The Woman in the Fifth
Directed by Pawel Pawlikowski
There are moments in The Woman in the Fifth, the latest feature by My Summer of Love director Pawel Pawlikowski, that feel like homage to Roman Polanski. The two Polish extracts—Pawlikowski has been living in England for many years—share a keen sense of the uncanny and a knack for communicating psychological terror. In Pawlikowski's claustrophobic new film, the carefully woven fabric of reality seems to be on the point of tearing at any moment, recalling Polanski's Repulsion. It is a pity then that Pawlikowski abandons his quietly haunting impressionism in the film's more literal second half.
The Woman in the Fifth stars Ethan Hawke as Tom, an American expatriate who arrives in Paris to care for his daughter. The connection between the elfin child and Tom, an unsettled professor and novelist to whom Hawke lends his scruffy looks and generation-X angst, is undeniable. It provides for some touching moments, including Tom's letters, in which he imagines a virgin forest where father and daughter may be reunited. But if Tom's imagination is ostensibly fueled by love, it is also populated by darker shadows. From the start, there are worrisome signs in this coming-home fable: Tom's wife has a restraining order against him. Explaining her need for protection she alludes to his stay in a mental institution. And so the psychological puzzle begins: We can never be sure to what extent Tom is aware of his violent humors. His character is one of contradictions, between a mopey one-hit-wonder, and a haunted, potentially dangerous, or at the very least fractured mind. We watch him lose his footing in reality one halting step at a time.
It doesn't take long before peculiar coincidences pile up. Tom, robbed on a bus of all his possessions (rather conveniently), ends up living in not-so-bohemian squalor, and working as a night watchman for a shady Middle Eastern hotel proprietor. There are strange going-ons on the job, and unwelcome tensions at the hotel—between Tom and his loud, unhygienic next-door neighbor, but also Tom and the hotel owner. By the time a gruesome murder is committed, Pawlikowski's crafty, at times laborious meshing of outer and inner worlds will have completely eradicated our ability to name the real perpetrator, with any certainty.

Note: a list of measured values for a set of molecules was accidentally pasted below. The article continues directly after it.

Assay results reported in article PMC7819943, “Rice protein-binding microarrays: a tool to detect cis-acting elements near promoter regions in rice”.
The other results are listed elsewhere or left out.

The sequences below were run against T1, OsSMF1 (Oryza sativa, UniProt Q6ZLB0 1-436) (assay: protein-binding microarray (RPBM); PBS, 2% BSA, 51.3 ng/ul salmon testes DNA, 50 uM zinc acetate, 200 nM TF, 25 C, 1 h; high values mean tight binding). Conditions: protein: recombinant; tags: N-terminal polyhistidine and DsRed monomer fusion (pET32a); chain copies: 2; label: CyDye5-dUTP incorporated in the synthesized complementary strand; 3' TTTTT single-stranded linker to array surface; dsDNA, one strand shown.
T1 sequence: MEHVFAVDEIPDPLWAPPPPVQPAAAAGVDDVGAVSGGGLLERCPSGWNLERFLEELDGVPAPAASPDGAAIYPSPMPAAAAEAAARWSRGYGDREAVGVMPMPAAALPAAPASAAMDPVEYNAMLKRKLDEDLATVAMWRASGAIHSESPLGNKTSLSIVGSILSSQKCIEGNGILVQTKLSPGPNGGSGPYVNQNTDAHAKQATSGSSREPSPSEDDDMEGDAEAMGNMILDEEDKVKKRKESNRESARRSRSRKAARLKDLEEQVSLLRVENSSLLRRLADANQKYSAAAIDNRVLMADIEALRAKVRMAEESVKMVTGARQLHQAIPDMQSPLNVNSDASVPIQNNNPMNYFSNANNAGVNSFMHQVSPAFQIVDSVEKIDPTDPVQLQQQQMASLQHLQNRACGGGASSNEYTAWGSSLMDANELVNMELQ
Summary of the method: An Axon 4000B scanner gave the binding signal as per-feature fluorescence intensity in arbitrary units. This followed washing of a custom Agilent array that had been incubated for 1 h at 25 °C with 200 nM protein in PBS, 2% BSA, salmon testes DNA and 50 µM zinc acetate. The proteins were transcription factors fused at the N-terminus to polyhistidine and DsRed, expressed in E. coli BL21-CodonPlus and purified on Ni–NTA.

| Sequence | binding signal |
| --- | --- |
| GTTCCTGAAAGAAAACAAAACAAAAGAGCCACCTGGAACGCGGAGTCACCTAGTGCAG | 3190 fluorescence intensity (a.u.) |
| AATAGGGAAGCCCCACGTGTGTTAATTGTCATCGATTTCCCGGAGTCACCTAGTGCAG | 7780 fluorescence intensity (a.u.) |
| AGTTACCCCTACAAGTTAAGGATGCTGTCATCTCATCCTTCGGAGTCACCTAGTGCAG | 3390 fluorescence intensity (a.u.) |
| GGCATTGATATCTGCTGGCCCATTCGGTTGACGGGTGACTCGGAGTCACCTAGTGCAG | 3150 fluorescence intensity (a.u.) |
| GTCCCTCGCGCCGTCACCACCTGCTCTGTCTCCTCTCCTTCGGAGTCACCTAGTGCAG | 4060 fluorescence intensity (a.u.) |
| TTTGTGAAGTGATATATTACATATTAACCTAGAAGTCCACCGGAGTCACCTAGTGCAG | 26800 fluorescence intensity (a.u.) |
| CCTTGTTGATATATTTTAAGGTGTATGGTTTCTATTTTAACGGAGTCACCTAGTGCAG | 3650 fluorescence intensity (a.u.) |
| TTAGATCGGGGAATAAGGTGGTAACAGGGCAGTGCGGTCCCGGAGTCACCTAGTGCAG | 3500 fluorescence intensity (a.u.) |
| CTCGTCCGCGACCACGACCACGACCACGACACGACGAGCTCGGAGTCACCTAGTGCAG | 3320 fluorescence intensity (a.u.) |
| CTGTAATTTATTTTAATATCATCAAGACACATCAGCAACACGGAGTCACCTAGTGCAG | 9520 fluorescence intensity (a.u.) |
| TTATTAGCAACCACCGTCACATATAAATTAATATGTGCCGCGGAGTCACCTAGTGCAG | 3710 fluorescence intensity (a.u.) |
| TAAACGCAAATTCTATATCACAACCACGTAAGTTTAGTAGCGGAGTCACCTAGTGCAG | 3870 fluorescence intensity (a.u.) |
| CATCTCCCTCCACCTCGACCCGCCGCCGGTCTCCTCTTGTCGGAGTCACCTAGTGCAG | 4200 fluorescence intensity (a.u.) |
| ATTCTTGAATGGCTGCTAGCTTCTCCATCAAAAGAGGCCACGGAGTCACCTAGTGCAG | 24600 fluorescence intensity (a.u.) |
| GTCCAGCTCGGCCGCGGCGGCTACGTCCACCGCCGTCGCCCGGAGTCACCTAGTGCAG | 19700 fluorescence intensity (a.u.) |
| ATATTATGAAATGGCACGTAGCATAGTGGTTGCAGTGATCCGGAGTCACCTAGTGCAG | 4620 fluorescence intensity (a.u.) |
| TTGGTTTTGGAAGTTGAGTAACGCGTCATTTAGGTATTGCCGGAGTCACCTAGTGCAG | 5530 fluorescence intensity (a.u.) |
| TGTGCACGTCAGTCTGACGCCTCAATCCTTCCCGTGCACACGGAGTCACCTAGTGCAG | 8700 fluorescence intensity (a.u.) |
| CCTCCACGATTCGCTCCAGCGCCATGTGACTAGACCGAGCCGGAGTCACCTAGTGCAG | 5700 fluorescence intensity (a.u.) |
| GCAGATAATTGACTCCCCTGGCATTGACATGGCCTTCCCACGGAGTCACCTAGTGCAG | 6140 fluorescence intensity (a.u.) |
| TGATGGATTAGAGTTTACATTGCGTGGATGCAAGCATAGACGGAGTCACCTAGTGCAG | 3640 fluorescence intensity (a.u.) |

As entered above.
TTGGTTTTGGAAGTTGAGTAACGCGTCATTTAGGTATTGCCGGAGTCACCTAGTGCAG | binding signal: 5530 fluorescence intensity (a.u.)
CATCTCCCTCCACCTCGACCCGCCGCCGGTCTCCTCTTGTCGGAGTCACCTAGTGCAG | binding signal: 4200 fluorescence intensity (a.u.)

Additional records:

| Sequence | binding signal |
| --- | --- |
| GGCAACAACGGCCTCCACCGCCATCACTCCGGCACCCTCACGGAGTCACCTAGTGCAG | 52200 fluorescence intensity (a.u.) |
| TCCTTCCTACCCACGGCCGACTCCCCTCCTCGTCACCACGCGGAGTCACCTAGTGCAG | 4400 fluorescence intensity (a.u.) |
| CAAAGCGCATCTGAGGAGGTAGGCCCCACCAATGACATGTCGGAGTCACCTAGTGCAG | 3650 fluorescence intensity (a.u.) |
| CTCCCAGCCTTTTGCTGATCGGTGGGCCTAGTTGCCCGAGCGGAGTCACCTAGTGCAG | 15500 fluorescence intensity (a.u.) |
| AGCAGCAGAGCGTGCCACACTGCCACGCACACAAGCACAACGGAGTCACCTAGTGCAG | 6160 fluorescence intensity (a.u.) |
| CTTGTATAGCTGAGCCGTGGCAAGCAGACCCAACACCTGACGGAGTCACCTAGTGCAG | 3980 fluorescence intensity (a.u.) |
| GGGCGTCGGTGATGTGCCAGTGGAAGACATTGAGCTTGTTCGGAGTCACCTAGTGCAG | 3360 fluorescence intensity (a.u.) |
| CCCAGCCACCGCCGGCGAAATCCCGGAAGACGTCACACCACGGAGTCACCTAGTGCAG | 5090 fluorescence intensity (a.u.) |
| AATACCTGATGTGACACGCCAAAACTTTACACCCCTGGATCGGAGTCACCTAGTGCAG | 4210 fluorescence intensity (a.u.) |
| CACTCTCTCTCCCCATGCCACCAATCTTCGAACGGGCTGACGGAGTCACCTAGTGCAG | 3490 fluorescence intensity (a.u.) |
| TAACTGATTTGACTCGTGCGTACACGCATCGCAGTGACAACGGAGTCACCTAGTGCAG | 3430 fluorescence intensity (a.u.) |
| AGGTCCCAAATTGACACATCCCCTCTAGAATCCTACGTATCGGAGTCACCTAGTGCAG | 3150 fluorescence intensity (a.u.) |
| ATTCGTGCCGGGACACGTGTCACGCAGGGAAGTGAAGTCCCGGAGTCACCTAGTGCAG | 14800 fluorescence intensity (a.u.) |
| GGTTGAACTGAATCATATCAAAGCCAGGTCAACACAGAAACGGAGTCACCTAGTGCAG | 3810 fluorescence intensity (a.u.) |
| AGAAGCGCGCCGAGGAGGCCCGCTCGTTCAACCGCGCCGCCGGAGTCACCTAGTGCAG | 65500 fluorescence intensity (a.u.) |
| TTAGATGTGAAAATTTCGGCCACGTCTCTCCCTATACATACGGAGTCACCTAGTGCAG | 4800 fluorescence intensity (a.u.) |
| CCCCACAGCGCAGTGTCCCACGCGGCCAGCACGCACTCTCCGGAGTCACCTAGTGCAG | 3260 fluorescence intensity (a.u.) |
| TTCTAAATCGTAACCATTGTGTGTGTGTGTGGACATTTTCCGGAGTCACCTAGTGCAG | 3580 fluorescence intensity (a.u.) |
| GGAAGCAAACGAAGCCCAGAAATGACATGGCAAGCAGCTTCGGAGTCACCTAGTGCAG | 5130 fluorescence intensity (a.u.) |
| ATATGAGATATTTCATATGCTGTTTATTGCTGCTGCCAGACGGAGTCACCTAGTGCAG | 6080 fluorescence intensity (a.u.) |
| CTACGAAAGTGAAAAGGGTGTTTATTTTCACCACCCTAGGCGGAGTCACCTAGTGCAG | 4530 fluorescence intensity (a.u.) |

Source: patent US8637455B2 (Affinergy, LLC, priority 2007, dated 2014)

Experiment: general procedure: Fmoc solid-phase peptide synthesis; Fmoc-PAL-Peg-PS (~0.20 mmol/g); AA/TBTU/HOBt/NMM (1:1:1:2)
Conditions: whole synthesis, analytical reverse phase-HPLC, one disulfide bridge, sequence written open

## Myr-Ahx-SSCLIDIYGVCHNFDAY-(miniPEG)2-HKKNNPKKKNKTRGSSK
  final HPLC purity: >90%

Accompanying Tom's unraveling are two hapless amours: one with a very real Eastern European waitress, played to perfection by Joanna Kulig as a poetry-struck ingénue seducing Tom with a tome of Norwid, deep cleavage and Polish lullabies; and another, quite imaginary, played by Kristin Scott Thomas. Unfortunately, Thomas's prodigious talents are underutilized, perhaps because, unlike Tom who is a maze of conflicting impulses, her character, Margit, is not a person but a paper-thin figment of the imagination: a femme fatale with a tragic story, who offers herself as a muse but indulges Tom in suicidal fantasies. To Margit are assigned some of the most strained scenes—her bathing the boyish-looking Hawke in a bathtub, or snuggling in his arms as she professes her complete faith in his genius, would be ludicrous, where it not for Thomas's seamless fusion of motherly and predatory instincts.
Ultimately, the film's central handicap lies in personifying and so externalizing Tom's torments. Making Margit a symbolic figure stretches the story's logical and psychological believability. The intricate balance is thrown off by too many arduous embraces; in the scenes with Margit they are really a heavily allegorized flirtation with madness. And if Tom is our doomed man—he makes a Faustian gambit, escaping his destiny but only by paying the highest price—the path he takes to the grand finale feels too portentous.
Opens June 15